This native of the shortgrass prairie holds great potential for low-maintenance lawns in dry climates.
This cool-season grass can be a boon in the pasture or a bane in a wildlife planting.
In cool, moist climates, few plants make better forage or turf than Kentucky bluegrass.
Many sustainable farmers are fascinated by the concept of allowing the land and its contours to dictate the best practices for every acre. For those of you who are looking for some grist to add to the mill on this subject, give Water For Every Farm: Yeomans Keyline Plan by P.A. Yeomans a try. AfterContinue reading “Water For Every Farm”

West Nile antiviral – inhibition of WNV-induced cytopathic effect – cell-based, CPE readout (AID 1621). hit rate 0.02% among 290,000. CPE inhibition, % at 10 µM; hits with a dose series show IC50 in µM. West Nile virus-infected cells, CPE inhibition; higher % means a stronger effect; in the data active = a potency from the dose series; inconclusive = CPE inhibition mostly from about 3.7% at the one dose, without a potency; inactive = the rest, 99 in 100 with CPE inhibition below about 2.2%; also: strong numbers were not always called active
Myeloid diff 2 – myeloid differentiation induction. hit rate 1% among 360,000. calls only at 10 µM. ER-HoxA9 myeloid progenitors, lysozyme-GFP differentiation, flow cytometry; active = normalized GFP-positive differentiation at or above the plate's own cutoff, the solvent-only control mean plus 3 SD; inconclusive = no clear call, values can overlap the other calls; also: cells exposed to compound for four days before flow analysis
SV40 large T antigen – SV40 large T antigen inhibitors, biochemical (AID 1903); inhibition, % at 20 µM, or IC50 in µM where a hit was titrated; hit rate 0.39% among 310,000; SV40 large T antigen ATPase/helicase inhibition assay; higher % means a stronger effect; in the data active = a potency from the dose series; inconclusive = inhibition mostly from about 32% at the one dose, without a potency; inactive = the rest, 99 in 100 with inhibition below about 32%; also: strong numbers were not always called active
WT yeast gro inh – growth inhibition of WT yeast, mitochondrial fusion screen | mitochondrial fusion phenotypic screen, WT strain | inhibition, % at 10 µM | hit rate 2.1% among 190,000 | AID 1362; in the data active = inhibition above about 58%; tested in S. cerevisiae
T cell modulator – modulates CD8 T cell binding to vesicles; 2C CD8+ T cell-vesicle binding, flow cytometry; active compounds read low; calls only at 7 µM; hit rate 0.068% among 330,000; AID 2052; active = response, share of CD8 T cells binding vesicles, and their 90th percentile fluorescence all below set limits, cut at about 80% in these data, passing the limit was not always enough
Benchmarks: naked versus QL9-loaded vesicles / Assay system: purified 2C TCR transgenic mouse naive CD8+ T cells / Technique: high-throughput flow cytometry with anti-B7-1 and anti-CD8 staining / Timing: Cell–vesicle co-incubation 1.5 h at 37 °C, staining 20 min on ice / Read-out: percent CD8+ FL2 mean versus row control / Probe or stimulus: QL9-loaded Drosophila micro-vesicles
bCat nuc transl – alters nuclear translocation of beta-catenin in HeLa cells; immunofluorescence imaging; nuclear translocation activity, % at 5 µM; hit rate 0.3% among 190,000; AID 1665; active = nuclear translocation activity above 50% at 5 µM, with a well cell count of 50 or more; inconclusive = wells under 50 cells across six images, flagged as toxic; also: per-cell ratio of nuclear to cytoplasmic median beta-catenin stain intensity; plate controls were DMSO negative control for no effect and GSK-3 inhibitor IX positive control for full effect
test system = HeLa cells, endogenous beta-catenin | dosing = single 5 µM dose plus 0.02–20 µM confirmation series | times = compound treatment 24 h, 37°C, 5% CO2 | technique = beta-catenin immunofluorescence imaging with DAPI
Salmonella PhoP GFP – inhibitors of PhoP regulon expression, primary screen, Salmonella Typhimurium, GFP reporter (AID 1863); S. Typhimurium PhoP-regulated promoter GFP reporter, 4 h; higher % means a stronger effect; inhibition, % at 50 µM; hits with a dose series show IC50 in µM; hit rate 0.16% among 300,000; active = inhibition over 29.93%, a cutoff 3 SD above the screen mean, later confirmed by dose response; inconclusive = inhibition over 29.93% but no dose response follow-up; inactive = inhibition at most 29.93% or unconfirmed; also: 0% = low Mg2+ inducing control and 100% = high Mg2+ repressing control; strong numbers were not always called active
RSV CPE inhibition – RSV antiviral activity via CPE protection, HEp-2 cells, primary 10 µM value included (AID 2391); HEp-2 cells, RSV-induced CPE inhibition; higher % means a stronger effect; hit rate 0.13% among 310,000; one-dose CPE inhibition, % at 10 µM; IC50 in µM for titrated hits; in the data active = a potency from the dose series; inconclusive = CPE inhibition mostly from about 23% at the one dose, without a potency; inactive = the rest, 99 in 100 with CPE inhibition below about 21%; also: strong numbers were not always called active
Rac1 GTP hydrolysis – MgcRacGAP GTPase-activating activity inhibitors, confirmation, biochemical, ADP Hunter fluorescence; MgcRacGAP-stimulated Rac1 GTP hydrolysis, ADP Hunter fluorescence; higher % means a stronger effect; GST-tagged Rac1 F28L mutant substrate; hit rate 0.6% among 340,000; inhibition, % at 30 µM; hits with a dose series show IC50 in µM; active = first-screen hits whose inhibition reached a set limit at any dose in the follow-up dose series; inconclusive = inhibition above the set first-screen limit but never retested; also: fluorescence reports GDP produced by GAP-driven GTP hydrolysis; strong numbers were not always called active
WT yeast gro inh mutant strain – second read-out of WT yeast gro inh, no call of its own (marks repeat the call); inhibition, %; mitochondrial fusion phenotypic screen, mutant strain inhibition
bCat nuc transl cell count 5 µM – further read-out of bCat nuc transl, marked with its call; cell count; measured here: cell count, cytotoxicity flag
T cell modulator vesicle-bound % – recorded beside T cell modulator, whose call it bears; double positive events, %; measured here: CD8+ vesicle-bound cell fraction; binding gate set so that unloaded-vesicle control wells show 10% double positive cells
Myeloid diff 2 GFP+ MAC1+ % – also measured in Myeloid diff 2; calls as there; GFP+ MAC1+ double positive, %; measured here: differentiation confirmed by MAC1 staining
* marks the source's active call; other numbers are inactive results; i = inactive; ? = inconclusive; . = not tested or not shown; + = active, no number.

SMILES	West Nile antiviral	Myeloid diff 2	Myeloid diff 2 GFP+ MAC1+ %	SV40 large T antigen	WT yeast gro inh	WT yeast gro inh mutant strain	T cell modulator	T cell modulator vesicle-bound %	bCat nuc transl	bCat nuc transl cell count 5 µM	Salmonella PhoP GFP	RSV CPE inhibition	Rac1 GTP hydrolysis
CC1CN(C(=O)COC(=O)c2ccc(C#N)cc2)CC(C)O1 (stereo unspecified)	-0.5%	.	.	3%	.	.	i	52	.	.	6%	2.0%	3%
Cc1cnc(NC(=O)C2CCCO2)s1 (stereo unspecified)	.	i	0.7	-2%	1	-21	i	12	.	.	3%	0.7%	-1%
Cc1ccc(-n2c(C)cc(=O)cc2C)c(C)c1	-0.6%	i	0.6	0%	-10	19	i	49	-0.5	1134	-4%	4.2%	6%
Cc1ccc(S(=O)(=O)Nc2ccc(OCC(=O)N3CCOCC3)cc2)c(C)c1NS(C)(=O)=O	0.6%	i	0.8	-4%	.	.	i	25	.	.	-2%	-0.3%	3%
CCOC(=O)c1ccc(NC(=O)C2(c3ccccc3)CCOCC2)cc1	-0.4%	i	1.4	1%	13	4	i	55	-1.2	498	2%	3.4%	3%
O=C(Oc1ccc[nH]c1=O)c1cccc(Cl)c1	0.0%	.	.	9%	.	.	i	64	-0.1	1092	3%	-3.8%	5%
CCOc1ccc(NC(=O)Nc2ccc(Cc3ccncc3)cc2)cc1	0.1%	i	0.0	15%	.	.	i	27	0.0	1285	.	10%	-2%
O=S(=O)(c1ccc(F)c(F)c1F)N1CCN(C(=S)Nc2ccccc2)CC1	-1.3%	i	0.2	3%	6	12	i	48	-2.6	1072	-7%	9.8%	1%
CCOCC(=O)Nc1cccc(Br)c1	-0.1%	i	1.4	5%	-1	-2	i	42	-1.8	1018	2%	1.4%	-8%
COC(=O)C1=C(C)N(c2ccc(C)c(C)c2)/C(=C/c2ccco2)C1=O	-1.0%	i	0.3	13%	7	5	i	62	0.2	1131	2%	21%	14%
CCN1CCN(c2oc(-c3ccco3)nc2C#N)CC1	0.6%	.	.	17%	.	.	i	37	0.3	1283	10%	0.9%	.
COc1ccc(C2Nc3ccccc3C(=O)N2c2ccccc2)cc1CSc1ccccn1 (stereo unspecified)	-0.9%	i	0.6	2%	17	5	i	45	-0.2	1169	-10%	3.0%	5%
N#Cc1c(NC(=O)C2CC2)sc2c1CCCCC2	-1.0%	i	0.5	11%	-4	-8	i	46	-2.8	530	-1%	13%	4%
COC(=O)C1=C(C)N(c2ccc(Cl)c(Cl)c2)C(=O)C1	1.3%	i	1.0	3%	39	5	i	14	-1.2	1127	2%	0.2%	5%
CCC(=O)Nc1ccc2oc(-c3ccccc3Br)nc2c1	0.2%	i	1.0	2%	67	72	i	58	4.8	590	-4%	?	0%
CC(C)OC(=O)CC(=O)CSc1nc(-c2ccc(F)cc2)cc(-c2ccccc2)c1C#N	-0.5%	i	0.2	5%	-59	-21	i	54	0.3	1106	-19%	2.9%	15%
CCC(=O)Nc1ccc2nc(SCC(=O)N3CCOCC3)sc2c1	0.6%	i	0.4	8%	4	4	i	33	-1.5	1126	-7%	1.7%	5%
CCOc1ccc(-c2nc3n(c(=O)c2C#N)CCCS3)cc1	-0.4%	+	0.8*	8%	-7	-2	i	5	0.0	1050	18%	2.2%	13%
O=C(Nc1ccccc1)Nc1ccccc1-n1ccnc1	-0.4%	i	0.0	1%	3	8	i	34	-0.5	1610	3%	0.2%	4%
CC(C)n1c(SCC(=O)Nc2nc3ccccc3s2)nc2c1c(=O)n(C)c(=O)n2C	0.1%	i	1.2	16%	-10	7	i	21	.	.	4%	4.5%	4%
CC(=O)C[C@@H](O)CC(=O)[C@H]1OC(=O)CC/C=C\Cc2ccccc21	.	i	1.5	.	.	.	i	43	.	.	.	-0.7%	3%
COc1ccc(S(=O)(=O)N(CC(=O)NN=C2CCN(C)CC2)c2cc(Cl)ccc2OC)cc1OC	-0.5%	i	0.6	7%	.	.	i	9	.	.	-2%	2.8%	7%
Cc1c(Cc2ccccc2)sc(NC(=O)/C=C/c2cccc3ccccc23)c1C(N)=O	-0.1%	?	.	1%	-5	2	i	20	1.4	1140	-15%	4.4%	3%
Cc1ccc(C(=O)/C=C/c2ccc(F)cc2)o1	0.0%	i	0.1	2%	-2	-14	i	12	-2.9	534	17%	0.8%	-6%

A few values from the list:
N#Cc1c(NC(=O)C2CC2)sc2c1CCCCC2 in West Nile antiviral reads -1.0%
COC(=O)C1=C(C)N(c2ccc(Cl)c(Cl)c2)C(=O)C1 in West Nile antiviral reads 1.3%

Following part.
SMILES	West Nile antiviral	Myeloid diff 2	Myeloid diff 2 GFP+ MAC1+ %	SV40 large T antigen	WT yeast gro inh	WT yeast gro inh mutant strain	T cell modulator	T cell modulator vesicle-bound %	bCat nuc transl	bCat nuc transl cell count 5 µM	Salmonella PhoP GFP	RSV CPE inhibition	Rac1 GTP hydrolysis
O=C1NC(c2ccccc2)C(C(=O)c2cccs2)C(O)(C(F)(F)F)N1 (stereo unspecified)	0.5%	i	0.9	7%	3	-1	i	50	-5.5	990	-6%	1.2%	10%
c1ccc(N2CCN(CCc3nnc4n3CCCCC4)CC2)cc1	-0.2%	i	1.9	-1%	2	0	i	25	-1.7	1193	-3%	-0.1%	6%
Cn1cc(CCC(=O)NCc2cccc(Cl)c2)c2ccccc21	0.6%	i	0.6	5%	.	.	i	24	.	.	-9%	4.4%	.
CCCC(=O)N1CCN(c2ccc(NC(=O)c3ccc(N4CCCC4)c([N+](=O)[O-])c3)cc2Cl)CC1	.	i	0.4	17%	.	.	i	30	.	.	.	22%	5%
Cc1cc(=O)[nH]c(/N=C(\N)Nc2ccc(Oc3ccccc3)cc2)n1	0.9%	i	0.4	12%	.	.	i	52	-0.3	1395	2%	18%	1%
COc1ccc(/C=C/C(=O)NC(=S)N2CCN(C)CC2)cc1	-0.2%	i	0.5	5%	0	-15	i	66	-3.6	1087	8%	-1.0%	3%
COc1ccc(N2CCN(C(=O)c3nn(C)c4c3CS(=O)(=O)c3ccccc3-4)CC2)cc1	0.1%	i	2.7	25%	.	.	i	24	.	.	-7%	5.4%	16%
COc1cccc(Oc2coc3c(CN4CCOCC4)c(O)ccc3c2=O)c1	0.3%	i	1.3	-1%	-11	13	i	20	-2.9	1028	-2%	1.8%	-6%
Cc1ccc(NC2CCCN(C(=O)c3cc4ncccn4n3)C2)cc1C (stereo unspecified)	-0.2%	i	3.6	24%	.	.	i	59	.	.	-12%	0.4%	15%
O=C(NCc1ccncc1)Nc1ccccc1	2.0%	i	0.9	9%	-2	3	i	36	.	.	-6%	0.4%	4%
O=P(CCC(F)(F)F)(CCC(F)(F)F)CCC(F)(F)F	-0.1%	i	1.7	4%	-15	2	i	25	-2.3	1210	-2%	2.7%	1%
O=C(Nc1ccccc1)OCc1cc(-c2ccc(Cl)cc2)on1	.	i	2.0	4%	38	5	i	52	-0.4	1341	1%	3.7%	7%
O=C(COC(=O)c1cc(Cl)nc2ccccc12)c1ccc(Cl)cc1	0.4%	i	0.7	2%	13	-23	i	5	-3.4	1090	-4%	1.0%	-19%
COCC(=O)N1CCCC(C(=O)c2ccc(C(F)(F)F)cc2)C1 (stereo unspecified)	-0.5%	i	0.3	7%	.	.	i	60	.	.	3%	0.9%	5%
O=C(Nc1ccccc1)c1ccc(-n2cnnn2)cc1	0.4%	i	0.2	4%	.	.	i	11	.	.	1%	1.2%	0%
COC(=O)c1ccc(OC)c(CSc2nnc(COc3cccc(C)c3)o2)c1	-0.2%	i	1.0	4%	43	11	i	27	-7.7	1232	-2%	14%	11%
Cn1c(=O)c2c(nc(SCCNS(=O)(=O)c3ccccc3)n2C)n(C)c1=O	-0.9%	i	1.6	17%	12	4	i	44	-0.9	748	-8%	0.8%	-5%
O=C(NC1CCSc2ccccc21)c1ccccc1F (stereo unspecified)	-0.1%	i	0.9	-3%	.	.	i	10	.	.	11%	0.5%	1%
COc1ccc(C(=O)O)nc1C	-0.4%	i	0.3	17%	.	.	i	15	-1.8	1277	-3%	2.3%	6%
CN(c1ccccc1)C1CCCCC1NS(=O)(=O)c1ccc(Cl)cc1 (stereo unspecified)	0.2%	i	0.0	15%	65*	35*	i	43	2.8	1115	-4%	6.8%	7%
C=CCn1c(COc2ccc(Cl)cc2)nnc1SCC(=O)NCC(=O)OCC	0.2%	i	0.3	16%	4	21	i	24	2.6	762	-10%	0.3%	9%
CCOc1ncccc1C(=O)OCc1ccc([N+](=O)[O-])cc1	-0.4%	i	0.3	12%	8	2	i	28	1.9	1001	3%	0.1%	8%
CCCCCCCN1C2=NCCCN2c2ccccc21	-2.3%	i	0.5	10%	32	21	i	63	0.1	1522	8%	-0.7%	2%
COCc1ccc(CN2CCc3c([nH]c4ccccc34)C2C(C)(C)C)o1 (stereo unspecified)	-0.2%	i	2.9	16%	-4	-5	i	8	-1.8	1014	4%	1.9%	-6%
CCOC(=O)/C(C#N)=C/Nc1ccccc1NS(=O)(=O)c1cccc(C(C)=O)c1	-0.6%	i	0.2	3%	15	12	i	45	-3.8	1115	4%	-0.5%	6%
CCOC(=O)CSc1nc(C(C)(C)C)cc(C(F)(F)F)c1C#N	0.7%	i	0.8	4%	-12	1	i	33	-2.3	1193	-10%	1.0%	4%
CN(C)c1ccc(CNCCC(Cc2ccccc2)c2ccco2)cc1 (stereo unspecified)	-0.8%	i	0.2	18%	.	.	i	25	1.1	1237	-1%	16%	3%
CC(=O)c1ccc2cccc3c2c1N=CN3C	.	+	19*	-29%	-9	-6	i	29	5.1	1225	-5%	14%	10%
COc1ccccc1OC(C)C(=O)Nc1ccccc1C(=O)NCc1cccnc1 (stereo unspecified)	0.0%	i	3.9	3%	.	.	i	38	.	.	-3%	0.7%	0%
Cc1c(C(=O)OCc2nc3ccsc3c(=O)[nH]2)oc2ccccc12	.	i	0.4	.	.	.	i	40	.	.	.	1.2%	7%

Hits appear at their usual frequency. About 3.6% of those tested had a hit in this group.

Attractive ornamental or pesky pasture invader? Silver bluestem excels in both roles.
Its wide distribution and importance to the prairie ecosystem have made little bluestem the state grass of Kansas.
Looking for an easy introduction to the complex topic of grazing management? Give this bulletin a try—Intensive Grazing: An Introductory Homestudy Course by Burt Smith. Intensive Grazing starts with information, introducing the three necessities of grazing: Objective. Flexibility. Control. Next comes the basics of the four tools that are used to balance the three necessities:Continue reading “Intensive Grazing: An Introductory Homestudy Course”
The legendary native grass of the tallgrass prairie is more than a quality forage.
Foxtail barley may be a native grass, and it may be attractive, but it poses serious health risks to pets and livestock.
Organic gardeners have many good reasons to use mulch besides aesthetics. We’ll give you three.